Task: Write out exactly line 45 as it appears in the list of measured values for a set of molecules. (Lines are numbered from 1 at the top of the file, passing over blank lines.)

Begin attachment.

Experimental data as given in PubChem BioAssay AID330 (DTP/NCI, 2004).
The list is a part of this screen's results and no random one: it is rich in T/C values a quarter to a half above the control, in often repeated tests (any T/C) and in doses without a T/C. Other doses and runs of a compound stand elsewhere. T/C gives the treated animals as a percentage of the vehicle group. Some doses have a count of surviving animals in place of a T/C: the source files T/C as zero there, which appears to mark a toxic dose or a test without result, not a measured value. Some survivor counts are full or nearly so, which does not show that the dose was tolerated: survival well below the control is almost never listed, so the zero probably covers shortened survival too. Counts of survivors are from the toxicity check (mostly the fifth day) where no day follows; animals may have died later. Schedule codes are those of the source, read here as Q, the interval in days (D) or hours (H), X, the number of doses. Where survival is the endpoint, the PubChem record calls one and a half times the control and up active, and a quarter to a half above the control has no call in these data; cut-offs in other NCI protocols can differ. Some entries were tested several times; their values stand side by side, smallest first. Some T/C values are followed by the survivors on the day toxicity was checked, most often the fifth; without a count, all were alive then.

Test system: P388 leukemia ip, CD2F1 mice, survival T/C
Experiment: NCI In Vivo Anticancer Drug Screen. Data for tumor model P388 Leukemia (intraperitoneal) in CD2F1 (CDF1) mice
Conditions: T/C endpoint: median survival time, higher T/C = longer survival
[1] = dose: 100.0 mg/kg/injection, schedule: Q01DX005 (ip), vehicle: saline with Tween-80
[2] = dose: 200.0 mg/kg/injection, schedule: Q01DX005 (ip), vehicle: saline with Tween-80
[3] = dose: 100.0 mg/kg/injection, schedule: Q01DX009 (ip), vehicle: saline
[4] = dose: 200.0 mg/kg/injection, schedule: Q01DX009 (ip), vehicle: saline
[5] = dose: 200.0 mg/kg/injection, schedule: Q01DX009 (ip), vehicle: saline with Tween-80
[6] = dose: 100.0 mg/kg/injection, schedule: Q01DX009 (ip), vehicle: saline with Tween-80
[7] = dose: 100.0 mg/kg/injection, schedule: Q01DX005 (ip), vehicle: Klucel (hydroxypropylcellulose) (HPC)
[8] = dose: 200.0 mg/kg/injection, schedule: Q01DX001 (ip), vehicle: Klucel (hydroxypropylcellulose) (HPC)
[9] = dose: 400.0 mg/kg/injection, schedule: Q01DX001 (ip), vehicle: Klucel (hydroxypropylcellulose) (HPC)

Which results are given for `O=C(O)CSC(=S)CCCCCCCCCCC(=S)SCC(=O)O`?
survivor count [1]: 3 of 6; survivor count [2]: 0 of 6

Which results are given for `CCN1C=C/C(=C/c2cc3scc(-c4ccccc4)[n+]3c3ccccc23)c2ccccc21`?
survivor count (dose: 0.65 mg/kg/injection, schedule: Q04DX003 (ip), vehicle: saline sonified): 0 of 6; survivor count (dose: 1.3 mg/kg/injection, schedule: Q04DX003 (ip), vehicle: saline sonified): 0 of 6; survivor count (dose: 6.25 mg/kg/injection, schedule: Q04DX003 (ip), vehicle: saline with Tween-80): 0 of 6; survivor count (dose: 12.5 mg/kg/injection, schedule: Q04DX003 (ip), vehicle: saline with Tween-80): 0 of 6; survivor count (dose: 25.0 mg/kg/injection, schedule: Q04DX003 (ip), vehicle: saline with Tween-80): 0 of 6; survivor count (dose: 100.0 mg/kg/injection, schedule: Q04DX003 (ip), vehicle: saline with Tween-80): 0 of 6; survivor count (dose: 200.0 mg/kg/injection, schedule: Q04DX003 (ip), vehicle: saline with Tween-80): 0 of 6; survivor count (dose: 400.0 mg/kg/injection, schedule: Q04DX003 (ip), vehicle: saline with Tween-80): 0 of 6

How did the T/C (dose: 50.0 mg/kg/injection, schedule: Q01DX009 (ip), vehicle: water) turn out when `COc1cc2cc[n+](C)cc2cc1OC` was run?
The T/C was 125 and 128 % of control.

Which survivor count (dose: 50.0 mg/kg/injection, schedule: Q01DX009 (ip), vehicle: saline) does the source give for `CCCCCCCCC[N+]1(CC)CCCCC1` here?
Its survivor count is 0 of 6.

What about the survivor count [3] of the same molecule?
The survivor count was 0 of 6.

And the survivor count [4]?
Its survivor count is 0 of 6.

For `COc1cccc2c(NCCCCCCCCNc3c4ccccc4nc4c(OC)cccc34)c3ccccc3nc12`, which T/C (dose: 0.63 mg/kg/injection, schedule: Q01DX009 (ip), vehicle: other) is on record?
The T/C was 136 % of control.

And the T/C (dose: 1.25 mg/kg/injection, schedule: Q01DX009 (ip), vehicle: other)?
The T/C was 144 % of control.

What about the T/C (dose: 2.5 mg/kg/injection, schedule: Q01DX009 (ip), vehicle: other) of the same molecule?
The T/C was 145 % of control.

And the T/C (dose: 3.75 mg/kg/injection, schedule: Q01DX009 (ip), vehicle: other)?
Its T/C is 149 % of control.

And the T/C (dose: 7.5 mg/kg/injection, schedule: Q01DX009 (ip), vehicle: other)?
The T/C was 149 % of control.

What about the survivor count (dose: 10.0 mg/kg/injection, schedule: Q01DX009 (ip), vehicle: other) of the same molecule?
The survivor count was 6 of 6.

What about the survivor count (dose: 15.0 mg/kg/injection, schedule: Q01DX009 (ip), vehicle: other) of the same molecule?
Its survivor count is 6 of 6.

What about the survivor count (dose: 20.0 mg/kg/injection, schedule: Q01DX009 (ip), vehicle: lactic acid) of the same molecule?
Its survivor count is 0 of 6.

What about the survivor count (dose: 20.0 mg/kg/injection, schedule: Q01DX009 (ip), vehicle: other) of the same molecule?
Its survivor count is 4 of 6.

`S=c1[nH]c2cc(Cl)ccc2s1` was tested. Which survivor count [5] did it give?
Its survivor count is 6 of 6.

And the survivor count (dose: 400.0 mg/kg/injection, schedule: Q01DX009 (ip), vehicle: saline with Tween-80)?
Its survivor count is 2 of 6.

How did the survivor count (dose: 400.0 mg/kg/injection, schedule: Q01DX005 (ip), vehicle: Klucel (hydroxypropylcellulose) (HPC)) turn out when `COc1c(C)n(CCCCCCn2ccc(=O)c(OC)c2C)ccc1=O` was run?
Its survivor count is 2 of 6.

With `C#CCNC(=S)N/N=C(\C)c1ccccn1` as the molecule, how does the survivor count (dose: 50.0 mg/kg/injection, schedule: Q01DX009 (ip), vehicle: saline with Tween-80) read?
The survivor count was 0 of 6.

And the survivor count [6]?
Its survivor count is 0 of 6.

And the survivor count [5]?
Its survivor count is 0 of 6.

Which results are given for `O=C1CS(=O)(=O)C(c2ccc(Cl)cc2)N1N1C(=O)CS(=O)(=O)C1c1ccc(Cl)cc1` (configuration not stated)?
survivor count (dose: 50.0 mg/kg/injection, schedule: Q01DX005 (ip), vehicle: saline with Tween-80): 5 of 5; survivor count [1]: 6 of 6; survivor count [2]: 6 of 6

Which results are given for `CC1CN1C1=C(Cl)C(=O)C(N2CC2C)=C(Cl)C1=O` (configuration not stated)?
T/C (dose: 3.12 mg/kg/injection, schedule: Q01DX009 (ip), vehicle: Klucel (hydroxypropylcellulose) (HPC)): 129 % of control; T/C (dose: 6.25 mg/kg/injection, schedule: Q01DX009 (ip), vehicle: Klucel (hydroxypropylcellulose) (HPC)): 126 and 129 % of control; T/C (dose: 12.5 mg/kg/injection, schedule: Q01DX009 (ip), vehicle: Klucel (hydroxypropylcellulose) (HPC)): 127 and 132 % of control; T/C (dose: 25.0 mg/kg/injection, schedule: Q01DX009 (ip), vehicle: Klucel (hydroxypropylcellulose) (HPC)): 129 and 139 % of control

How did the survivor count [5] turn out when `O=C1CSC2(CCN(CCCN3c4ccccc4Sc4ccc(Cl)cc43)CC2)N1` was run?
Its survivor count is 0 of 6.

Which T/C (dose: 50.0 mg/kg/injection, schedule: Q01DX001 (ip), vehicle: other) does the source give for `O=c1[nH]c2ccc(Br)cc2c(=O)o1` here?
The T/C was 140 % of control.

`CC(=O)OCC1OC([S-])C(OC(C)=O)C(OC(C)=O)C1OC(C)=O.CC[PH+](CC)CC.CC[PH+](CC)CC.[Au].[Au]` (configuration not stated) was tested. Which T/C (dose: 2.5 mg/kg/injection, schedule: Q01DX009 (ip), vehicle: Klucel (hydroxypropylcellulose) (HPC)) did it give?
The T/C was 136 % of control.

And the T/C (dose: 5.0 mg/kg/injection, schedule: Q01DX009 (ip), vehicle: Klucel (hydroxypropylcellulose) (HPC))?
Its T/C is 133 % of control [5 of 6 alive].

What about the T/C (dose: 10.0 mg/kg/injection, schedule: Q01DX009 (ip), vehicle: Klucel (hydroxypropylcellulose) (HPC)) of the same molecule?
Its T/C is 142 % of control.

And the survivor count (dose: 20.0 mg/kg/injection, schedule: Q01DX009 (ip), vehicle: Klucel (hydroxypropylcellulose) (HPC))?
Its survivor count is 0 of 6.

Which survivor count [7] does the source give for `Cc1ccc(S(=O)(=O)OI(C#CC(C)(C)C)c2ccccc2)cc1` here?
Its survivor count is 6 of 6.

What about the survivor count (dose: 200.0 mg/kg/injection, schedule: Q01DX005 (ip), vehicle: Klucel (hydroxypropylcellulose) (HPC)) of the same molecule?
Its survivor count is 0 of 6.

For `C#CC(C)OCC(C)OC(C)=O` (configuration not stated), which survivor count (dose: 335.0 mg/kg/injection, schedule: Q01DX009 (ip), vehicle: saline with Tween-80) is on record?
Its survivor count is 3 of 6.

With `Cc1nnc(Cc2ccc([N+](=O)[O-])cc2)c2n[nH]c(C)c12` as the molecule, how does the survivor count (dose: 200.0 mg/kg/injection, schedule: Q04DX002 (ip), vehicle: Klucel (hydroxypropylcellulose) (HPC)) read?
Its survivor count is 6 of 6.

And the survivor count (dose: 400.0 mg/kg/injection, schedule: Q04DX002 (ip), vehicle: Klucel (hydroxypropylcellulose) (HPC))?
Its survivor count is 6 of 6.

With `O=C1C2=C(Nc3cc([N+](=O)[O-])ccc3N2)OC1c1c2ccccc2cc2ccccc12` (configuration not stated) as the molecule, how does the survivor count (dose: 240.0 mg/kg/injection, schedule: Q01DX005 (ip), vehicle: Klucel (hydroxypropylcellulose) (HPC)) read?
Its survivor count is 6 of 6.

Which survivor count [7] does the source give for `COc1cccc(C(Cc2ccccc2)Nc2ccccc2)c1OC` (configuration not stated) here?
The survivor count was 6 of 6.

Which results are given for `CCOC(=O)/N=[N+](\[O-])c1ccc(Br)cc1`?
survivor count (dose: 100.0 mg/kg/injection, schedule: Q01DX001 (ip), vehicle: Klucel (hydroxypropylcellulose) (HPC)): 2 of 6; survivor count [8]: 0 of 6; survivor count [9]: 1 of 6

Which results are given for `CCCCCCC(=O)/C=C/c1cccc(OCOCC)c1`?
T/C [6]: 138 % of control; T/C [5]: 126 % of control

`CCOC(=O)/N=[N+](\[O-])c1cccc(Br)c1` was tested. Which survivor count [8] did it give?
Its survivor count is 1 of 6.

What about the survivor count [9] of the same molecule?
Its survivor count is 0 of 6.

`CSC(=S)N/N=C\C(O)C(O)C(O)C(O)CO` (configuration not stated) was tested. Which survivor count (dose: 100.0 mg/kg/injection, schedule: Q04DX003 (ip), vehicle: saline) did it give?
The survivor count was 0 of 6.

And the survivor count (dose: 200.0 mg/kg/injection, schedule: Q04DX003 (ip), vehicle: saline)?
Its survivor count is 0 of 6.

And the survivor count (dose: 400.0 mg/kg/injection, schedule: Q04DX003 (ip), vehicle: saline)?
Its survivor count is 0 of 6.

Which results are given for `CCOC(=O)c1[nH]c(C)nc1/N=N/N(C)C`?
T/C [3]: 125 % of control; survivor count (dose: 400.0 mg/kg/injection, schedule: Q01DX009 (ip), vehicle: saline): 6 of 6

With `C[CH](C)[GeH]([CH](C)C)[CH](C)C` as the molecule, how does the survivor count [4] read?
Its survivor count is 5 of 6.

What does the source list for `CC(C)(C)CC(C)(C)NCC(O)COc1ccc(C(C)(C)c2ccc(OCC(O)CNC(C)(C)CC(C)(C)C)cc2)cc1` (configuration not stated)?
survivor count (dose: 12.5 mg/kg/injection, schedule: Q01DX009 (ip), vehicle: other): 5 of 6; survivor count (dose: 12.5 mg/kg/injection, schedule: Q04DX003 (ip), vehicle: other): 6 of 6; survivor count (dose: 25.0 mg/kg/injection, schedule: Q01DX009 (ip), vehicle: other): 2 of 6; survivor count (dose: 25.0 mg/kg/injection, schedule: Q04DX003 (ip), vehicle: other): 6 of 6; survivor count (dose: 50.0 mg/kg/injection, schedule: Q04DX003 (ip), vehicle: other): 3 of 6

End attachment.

`S=c1[nH]c2cc(Cl)ccc2s1` was tested. Which survivor count [5] did it give?